U.S. Trade Representative Robert Lighthizer will be the only witness to give testimony during a hearing this week before a Senate Appropriations Subcommittee. Lighthizer is one of the key Trump administration members at the center of the president’s trade strategy that’s led to retaliatory tariffs from China, Mexico, Canada, the European Union, and others. Many of those tariffs are hitting the farm sector extremely hard and provoking ag groups and farm-state lawmakers to become much more vocal in their opposition to Trump’s tariffs. The opposition is growing after Trump repeated a threat to add even more tariffs to Chinese goods. He told CNBC that he’s “ready to go to $500 billion.” The U.S. originally hit China with $34 billion in tariffs back in July, but then added another $200 billion to that after China matched the first $34 billion. The escalation was combined with White House Trade Adviser Peter Navarro’s complete disregard for the damage the tariffs are doing to the ag economy, drawing sharp responses from ag leaders. Navarro told CNBC that the trade losses due to Chinese tariffs amounted to a “rounding error.”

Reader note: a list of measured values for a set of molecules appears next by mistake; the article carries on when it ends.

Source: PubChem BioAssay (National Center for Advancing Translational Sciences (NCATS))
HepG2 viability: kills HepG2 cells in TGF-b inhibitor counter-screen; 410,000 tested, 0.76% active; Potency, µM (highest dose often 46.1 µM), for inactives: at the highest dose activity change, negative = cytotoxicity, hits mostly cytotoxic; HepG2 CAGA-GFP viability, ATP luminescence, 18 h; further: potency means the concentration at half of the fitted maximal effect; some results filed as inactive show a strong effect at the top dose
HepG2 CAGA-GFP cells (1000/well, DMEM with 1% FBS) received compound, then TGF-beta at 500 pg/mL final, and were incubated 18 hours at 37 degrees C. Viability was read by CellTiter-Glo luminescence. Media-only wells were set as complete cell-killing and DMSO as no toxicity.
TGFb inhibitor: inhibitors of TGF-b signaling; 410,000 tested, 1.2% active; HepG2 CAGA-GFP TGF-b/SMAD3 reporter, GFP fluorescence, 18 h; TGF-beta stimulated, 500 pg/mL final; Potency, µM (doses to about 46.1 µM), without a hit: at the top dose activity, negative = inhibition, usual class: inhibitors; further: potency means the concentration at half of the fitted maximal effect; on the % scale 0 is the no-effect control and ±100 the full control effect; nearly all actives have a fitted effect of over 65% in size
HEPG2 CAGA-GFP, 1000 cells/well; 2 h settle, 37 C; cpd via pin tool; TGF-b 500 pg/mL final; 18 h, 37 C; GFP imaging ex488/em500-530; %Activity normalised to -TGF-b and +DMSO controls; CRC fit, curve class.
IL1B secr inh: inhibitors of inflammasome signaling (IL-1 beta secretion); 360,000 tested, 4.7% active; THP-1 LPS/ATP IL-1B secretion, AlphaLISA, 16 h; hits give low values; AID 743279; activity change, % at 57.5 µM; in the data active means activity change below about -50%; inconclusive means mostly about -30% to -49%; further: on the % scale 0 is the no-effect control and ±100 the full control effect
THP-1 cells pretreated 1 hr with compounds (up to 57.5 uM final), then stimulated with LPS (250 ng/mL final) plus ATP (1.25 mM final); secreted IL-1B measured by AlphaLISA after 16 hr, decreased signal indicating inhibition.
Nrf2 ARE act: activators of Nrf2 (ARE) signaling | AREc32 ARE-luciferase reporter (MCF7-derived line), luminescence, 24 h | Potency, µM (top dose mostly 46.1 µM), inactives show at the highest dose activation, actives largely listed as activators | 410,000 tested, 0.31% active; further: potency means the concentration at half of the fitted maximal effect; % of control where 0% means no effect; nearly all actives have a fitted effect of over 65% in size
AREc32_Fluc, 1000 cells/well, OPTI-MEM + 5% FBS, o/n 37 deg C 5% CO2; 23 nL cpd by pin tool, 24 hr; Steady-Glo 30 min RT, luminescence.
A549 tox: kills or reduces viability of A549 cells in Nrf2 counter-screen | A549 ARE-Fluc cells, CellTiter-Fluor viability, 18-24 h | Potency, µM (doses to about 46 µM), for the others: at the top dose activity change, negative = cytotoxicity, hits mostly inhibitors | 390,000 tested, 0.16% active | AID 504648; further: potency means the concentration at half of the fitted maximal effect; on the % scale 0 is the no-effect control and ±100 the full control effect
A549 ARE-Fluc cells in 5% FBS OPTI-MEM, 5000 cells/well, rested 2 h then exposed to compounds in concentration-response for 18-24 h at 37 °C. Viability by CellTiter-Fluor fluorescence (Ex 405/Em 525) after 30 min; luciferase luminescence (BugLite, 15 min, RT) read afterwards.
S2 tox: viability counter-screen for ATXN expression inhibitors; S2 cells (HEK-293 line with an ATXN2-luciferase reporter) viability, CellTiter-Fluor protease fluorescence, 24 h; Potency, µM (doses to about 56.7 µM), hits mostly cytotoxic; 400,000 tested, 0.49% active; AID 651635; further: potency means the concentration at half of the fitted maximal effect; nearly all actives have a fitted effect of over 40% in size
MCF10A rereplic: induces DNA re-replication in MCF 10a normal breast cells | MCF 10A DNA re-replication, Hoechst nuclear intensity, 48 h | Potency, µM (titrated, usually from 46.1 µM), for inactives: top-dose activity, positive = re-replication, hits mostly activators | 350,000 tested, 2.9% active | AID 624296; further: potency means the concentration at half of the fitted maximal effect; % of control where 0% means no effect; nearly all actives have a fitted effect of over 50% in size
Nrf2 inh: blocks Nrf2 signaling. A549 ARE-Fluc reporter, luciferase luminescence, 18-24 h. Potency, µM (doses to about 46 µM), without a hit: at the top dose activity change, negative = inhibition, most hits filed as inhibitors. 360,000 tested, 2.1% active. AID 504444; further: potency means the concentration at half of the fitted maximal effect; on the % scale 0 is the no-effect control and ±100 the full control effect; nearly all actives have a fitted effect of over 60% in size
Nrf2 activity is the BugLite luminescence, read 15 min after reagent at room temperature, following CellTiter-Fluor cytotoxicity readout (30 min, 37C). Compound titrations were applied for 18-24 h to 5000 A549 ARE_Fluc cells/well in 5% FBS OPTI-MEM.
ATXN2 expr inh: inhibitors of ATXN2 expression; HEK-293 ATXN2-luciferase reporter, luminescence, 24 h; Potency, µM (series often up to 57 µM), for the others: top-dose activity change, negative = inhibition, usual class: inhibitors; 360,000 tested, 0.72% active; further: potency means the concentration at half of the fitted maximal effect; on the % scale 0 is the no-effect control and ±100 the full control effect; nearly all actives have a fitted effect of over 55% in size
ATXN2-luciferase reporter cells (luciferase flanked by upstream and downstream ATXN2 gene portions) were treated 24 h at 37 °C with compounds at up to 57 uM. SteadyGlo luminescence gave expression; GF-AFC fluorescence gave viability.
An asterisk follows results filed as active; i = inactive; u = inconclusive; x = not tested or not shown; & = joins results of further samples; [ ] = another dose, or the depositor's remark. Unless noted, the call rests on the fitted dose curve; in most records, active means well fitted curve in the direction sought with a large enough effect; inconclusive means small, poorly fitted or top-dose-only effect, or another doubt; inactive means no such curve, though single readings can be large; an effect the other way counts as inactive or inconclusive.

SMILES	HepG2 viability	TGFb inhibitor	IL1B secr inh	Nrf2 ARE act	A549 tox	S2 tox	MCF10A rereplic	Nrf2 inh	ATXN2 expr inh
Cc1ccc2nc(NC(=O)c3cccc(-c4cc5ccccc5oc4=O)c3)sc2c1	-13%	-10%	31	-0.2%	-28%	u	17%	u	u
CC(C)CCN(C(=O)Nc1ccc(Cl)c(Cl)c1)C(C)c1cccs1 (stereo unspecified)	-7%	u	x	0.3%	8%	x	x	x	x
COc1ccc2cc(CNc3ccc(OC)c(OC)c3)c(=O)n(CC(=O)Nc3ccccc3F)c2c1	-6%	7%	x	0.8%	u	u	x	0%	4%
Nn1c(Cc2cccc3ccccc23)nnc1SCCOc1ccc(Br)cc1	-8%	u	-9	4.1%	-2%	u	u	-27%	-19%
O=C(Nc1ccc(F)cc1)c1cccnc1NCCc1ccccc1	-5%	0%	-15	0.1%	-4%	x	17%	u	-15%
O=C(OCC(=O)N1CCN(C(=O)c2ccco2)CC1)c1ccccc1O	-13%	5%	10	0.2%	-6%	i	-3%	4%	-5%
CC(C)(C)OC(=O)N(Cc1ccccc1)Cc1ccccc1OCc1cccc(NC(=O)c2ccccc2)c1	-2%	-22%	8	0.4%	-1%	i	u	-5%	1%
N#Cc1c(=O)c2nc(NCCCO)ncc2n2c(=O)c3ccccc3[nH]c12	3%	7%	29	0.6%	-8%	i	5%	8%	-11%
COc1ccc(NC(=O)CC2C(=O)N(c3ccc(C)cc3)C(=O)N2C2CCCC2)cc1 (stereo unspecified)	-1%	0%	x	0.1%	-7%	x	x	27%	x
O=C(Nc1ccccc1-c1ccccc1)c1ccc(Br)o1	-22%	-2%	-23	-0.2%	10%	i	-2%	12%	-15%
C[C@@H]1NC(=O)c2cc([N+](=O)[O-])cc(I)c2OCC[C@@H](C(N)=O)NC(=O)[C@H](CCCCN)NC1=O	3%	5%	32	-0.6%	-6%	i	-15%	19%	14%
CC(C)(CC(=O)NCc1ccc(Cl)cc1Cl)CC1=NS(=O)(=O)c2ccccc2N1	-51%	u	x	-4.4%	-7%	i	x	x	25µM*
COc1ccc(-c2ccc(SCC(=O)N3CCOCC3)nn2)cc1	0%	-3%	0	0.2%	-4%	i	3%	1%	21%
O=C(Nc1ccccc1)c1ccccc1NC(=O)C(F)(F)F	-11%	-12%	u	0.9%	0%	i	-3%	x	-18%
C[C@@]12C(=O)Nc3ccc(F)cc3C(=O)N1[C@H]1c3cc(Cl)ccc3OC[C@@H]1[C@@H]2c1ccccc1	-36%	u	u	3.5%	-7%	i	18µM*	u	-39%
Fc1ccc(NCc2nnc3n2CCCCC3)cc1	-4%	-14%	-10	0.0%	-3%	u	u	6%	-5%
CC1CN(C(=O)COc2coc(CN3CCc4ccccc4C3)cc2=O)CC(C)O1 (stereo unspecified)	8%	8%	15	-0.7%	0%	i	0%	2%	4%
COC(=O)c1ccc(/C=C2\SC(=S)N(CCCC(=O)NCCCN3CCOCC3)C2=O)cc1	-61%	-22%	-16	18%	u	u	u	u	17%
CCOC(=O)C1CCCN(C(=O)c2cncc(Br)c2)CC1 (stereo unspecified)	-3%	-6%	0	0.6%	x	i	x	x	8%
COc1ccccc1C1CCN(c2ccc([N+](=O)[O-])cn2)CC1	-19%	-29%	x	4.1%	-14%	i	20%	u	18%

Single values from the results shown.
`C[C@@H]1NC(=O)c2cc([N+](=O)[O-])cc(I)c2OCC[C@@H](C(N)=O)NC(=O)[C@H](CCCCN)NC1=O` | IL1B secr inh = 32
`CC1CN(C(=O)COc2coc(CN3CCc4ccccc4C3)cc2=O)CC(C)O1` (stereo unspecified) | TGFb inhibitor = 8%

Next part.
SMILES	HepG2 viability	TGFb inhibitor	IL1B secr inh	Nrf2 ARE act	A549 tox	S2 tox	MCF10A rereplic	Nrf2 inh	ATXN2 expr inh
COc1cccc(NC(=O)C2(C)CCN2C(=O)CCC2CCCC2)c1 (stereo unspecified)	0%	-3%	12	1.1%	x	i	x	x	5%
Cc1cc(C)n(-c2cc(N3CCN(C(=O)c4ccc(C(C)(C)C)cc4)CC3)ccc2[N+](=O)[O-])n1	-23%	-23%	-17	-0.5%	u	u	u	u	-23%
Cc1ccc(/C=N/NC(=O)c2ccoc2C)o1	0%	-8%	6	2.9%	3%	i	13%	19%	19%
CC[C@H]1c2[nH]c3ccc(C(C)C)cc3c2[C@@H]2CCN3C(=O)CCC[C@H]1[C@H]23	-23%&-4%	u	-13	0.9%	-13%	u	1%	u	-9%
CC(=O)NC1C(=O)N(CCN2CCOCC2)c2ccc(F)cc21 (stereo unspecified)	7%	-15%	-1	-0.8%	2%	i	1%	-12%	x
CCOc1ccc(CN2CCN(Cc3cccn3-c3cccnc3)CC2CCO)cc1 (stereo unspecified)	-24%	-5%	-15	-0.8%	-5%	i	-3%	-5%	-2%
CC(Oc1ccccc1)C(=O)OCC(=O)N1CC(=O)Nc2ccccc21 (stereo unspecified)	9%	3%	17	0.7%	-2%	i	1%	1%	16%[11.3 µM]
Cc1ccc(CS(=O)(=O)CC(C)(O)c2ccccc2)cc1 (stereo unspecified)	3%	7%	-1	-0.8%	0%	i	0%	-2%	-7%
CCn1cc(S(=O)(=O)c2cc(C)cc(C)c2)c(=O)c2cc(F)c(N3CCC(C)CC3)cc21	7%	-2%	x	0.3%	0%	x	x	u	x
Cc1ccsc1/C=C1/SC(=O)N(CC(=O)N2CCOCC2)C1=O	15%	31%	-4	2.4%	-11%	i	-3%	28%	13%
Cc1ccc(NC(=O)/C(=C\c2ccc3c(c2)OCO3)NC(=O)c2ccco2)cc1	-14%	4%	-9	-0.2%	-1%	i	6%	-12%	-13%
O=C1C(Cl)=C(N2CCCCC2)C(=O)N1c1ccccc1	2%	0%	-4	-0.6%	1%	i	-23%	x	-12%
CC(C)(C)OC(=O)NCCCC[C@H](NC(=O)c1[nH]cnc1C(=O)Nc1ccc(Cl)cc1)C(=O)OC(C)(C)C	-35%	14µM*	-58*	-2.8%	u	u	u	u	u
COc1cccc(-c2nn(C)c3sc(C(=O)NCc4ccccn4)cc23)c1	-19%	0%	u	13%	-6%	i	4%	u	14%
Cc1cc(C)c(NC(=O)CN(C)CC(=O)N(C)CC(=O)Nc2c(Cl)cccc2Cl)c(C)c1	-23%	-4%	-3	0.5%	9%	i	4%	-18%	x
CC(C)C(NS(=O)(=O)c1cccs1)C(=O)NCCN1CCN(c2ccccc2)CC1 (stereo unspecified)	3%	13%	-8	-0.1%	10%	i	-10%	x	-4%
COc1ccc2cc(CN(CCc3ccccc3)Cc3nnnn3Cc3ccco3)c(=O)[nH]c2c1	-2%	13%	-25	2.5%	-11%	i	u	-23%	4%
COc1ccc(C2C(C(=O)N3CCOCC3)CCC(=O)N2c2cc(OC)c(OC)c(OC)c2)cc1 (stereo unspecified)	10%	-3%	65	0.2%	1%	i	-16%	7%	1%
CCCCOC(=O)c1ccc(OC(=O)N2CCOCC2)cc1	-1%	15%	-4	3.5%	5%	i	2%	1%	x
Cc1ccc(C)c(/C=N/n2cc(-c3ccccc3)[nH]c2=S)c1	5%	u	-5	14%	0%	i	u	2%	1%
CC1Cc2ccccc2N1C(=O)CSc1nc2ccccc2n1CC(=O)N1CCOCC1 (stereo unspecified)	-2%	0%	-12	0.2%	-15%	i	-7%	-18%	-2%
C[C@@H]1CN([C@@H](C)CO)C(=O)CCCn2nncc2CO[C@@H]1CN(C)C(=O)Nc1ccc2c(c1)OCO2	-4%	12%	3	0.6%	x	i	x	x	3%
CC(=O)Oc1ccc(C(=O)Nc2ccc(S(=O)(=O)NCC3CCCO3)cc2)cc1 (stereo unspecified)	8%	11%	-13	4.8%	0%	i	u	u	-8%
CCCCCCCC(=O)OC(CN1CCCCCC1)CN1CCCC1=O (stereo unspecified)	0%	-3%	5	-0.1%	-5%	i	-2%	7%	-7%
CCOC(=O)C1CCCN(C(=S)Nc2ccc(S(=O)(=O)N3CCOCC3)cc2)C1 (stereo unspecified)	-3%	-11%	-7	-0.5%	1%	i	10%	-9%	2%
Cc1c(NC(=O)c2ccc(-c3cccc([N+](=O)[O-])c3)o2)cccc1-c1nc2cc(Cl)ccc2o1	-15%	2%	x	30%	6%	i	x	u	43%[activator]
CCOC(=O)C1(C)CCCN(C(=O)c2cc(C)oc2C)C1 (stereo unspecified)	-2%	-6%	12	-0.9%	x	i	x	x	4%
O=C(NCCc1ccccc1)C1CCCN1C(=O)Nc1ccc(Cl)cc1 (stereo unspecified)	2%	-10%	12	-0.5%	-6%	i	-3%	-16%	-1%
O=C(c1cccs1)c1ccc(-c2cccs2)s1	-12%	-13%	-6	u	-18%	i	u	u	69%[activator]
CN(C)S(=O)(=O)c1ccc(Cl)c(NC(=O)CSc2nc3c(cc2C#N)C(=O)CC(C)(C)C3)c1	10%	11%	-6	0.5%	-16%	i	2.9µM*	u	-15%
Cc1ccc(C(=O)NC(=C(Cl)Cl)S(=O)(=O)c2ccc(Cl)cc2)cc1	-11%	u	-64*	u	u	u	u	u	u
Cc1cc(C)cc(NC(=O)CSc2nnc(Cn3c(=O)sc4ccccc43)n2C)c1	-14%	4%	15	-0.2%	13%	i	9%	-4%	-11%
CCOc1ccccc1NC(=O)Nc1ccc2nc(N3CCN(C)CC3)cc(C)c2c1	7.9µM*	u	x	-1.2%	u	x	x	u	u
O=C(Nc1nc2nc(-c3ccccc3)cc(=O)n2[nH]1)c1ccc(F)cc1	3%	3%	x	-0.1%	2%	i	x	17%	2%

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Republicans Introduce New Immigration Bill in House

Republicans in the House of Representatives have introduced a new immigration bill that they say will benefit agriculture. A Pro Farmer report says the Agriculture and Legal Workforce Act would take the place of the current H-2A visa program. It would require farmers, as well as all employers, to use the E-Verify Program to make sure that all their workers are in the United States legally. The new bill actually includes some of the same provisions that were in a broader GOP immigration bill that was voted down recently in the House. The bill would authorize up to 450,000 H-2C visas annually, which would be good for three years. There is some controversial language in the new bill that would require those workers to have health insurance. A press release from the House Judiciary Committee says the H-2C program would be available to temporary and year-round agricultural employers. The release also says the bill provides generous visa allocations to ensure that labor needs are met, gives needed flexibility to avoid farm disruptions, eliminates regulatory burdens, and provides effective means of enforcement and monitoring.

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Farm Bill in Senate’s Court